With an annual budget of $865 million and a mandate to become the best managed local government, Nashville’s Mayor Bill Purcell and CFO David Manning were determined to find a more cost-effective means of providing information flow within the administration and between the metropolitan government and citizens of the greater Nashville area. The obvious answer was to leverage Web-based information technology.
Prior to the mandate, IT projects were started on the fly. Multiple departments were proposing similar IT initiatives and developing different solutions. The projects were not well documented. There was no IT structure methodology, no documentation, limited planning and supervision, and the projects that were in progress were not strategically aligned with business goals. It was also difficult to determine how many projects were being funded or accomplished because communication between departments was limited. Additionally, there was no central reporting capability within the organization.
Administrators knew that in order to achieve their goals, they would need to do a better job managing projects. That meant they needed training in a world-class methodology to organize and support IT project development initiatives.
One of the first steps taken by Richard McKinney, CIO, was to create a Project Management Office (PMO) and to appoint Eugene Greer as its director. Greer reported directly to McKinney and worked closely with the directors of IT solutions, Mary Miller and Walter Jarrell. The dual objective of the PMO was to create a consistent strategy for implementing technology projects across the metropolitan government and to ensure that IT projects undertaken by Metro would be linked to the authority’s broader, strategic business goals.
Greer determined that Nashville’s Athena Computer Learning Center could provide training for project management needs. Athena, a member of the Boston University Education Affiliate Network, could offer project management programs for IT structure methodology based on the Project Management Institute’s Body of Knowledge (PMBOK) and developed by Boston University. It could also offer Boston University training programs for use and implementation of Microsoft Project within Microsoft Project Server 2002. This was important because although Metro was implementing the Project Server 2002 software, no one was trained on the use of Microsoft Project, its project development tool.
Managers were able to make immediate use of the Athena/Boston University project management training by applying the strategic methodology to the more than 165 proposed IT projects recommended to help them achieve world-class status. Basing their approach on the PMBOK model, managers customized their project methodology to address their immediate needs. They set up a six-step “eGov” online project portfolio and prioritization process that, in turn, fed the project management process. Utilizing the eGov process, any department could bring forward a proposal for consideration.
They took the extra step to customize project methodology because often, in the midst of an IT project, additional software development is required. Therefore, within its project methodology, Metro has designed a “build and test section” (based on the Carnegie Mellon process), which fits right into the standard PMBOK “water-flow” approach. Altogether, it has nine phases to its IT project development process. These nine phases include six phases that match the six phases of the PMBOK project management model and an additional three that are inserted within the PMBOK progression to recognize the development of software.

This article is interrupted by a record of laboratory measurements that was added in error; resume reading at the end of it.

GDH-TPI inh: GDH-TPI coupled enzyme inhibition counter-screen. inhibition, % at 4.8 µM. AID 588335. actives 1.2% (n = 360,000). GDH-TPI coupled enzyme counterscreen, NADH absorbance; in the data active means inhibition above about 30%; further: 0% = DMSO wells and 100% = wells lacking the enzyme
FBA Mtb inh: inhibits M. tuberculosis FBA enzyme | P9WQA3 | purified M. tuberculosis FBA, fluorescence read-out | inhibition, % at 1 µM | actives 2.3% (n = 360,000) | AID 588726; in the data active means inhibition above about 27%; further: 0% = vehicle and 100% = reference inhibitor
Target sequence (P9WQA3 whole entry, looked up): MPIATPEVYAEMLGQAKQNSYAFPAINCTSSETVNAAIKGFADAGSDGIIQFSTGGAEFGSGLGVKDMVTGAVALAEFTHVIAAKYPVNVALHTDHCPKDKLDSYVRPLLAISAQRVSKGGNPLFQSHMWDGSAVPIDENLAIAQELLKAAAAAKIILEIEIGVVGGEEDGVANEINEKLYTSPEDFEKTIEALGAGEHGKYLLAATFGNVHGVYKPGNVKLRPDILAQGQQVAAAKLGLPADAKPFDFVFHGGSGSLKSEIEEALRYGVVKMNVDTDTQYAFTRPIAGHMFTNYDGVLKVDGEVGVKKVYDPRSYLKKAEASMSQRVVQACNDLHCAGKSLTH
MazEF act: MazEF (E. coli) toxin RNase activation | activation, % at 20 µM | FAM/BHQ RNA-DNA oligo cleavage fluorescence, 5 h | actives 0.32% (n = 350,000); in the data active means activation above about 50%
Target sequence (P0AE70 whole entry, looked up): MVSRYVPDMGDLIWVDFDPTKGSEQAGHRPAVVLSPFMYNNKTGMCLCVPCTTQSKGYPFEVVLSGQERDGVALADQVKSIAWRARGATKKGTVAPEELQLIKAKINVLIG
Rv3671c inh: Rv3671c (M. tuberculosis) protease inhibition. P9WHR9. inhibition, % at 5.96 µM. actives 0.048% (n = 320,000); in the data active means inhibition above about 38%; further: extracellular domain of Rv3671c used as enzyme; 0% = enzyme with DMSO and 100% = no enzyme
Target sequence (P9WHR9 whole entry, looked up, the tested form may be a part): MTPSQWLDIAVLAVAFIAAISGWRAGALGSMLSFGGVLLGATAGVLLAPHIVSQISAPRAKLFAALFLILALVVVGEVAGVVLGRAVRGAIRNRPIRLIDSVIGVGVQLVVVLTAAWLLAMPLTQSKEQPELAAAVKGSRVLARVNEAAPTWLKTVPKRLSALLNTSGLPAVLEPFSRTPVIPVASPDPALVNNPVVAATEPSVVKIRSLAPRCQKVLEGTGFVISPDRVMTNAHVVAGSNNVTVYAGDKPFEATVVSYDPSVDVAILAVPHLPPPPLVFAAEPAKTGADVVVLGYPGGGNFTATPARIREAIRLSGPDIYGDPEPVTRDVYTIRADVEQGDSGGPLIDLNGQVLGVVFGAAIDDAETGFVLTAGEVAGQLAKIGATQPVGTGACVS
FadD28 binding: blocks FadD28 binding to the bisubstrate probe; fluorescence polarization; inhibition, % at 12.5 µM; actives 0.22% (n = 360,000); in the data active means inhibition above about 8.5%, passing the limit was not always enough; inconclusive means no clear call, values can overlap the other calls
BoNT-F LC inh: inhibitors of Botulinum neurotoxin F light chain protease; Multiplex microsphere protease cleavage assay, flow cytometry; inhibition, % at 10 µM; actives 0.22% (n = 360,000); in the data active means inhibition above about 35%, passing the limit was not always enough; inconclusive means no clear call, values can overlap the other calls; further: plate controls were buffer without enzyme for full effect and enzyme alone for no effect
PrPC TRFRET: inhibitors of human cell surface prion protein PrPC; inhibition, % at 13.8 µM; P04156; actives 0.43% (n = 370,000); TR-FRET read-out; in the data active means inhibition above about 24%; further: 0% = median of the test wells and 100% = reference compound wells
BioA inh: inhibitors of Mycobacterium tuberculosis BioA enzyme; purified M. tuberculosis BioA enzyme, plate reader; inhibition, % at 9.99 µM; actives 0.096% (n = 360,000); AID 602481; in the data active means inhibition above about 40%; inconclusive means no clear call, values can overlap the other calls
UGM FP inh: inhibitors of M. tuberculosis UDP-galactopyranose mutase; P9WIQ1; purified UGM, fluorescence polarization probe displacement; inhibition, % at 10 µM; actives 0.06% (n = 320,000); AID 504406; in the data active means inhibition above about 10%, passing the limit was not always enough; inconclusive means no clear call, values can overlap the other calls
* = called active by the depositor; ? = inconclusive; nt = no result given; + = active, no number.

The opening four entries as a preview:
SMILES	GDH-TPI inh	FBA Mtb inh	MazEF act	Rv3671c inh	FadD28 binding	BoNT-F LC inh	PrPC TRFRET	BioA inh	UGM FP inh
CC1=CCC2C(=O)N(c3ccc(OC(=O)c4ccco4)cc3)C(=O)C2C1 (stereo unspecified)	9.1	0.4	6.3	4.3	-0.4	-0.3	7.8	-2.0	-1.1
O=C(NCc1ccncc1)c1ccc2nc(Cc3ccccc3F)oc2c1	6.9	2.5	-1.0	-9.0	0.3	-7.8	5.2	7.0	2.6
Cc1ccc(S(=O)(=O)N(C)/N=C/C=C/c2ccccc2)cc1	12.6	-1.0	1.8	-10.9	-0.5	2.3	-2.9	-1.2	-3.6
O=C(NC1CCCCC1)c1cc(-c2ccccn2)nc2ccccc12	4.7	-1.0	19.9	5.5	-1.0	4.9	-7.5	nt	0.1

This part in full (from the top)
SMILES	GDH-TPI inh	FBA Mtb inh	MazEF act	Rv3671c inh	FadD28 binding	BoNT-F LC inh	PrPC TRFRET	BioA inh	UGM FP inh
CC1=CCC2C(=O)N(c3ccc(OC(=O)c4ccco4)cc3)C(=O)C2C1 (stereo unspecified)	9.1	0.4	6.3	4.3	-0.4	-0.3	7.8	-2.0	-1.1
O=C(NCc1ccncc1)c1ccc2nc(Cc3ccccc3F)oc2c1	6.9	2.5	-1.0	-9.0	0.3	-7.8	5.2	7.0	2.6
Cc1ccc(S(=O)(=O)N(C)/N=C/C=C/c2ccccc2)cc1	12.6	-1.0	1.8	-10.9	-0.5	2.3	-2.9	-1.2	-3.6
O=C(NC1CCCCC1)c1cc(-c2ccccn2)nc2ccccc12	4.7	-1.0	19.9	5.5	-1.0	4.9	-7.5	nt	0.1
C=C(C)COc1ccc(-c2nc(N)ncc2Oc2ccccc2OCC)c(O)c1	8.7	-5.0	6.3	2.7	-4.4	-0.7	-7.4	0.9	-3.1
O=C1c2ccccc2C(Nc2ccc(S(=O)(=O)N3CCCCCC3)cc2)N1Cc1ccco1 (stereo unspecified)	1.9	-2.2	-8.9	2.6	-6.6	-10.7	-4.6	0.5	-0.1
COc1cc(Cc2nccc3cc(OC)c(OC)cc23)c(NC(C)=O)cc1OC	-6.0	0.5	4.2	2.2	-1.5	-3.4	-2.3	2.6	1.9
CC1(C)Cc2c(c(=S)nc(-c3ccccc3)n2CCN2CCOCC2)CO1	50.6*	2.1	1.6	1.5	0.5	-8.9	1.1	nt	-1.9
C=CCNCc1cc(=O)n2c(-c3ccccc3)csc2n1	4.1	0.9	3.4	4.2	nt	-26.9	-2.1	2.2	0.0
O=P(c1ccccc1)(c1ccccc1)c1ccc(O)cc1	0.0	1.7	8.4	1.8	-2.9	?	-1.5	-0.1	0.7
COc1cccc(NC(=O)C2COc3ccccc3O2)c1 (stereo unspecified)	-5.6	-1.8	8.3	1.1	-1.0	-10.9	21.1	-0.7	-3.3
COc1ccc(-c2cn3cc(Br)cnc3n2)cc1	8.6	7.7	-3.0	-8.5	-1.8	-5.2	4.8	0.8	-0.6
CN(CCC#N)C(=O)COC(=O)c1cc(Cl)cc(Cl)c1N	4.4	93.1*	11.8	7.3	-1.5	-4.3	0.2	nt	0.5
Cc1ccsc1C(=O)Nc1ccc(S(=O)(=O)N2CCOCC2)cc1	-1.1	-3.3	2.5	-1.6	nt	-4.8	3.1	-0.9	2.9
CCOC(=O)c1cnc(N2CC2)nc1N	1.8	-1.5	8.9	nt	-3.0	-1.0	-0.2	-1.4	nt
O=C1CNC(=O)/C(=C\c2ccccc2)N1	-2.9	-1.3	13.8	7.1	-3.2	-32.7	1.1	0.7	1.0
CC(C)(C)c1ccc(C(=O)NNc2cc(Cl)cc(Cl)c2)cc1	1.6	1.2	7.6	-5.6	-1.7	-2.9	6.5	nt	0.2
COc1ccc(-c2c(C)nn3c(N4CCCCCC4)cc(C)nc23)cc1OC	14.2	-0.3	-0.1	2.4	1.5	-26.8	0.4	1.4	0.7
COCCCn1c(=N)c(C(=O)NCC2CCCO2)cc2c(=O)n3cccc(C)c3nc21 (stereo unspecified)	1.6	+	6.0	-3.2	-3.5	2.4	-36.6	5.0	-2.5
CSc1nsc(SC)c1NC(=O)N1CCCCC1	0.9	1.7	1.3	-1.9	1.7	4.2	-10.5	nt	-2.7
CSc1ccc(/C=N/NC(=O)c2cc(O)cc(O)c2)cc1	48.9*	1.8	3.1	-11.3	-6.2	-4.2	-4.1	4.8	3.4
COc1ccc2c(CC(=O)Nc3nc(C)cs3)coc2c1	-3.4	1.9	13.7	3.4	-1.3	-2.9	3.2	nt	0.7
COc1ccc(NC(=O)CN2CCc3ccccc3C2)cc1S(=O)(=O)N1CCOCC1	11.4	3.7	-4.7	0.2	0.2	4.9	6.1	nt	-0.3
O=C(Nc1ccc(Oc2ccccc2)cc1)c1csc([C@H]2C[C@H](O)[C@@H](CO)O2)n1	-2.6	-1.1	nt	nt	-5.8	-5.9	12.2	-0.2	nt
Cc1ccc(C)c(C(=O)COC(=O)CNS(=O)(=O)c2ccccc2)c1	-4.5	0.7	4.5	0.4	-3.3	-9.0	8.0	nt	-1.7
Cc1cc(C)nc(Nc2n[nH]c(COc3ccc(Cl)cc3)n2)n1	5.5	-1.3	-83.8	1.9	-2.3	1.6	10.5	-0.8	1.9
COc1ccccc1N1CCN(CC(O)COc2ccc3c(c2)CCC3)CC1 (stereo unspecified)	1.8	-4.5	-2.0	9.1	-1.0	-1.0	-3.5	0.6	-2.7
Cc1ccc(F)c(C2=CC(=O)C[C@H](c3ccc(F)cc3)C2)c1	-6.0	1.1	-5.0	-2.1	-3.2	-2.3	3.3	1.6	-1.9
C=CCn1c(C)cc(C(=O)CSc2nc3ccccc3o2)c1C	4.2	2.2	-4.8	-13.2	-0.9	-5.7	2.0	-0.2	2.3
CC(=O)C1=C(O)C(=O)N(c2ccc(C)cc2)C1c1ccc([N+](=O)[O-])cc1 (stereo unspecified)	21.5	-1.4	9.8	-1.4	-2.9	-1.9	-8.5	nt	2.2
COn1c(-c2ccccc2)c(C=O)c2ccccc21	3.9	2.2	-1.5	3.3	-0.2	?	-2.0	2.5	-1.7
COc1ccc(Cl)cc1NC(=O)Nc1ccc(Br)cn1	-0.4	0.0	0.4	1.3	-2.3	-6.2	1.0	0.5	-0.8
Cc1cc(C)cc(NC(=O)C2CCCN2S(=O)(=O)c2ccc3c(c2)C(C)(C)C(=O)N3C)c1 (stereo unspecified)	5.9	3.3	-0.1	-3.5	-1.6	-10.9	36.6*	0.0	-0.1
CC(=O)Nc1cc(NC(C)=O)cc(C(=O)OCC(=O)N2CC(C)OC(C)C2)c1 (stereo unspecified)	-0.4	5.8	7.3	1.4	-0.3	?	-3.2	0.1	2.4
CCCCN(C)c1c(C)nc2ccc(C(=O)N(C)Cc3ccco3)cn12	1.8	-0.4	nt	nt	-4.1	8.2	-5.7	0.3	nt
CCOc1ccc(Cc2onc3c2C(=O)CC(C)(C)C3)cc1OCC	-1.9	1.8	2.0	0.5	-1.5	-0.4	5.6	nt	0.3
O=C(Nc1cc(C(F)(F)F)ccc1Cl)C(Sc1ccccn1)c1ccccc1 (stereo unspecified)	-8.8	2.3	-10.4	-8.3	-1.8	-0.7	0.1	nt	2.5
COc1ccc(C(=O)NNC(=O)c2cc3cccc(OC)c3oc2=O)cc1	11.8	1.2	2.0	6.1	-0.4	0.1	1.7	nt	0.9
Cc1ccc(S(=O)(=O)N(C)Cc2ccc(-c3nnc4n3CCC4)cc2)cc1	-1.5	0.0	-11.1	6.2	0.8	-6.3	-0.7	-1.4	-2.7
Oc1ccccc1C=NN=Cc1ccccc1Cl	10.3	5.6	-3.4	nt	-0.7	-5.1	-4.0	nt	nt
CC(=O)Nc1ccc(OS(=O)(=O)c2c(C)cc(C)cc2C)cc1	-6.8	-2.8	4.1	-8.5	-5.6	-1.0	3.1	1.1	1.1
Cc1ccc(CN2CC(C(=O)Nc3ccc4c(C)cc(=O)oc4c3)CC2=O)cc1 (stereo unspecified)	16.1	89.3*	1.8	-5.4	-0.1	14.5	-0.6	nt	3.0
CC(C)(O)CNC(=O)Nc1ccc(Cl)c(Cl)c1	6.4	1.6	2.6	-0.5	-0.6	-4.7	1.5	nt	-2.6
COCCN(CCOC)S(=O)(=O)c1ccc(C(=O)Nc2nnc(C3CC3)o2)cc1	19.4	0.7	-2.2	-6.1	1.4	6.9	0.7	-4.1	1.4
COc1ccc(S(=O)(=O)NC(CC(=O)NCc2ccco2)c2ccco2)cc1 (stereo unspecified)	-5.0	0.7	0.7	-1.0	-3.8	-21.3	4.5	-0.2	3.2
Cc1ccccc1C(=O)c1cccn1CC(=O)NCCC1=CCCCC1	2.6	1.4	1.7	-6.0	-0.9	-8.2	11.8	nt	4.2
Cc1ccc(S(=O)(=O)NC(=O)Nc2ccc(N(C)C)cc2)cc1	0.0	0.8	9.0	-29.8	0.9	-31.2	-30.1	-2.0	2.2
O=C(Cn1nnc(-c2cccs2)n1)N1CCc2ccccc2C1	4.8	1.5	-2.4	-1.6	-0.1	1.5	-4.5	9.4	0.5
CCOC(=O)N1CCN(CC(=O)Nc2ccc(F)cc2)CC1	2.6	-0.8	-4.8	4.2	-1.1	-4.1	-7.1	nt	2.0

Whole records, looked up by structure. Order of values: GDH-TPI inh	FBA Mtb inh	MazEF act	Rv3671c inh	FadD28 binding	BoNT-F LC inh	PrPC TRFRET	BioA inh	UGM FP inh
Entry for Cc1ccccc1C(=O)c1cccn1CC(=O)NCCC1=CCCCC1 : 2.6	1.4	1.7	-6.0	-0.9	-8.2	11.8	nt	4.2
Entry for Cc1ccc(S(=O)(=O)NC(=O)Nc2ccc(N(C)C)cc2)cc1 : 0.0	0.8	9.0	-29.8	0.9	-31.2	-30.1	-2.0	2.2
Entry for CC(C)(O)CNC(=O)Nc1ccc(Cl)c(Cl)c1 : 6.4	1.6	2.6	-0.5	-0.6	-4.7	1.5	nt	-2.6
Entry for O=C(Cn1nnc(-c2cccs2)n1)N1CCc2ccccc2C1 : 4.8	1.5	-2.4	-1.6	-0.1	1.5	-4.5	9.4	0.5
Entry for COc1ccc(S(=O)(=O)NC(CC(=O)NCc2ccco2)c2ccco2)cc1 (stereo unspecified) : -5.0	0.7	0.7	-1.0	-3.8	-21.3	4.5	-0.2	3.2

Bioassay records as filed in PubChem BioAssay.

Early results of the newly implemented process demonstrate remarkable ROI results, including a successful project to make the clerk’s department totally digital, a $150,000 project that paid for itself within six months.
In addition to the ROI, project management methodology has enabled the organization to evolve in a number of additional areas. Metro now offers many more employees the opportunity to acquire project management skills and tools, as well as share a common language and methodology. Twenty-three percent of the original managers are considering going on to get their Project Management Professional (PMP) certification. And, 60 additional employees will be participating in new project management training in the near future, representing just two of 52 departments. Managers from many of those additional departments are asking to take the instruction.
Metro employees are eager to learn the methodologies and tools presented through project management training. The training offers workers a clear and organized way to get their jobs done, a means of controlling a previously out-of-control process, a precise, common language to use with their teams and a feeling of pride in their accomplishments. It also has provided a basis to develop working relationships between members of departments that ordinarily would not have the chance to work together. Metro is also considering developing internal user groups for project managers to share their project management experiences with each other.
Rick Freeman is chief business development officer for TrainingTrack, a Boston University Enterprise.
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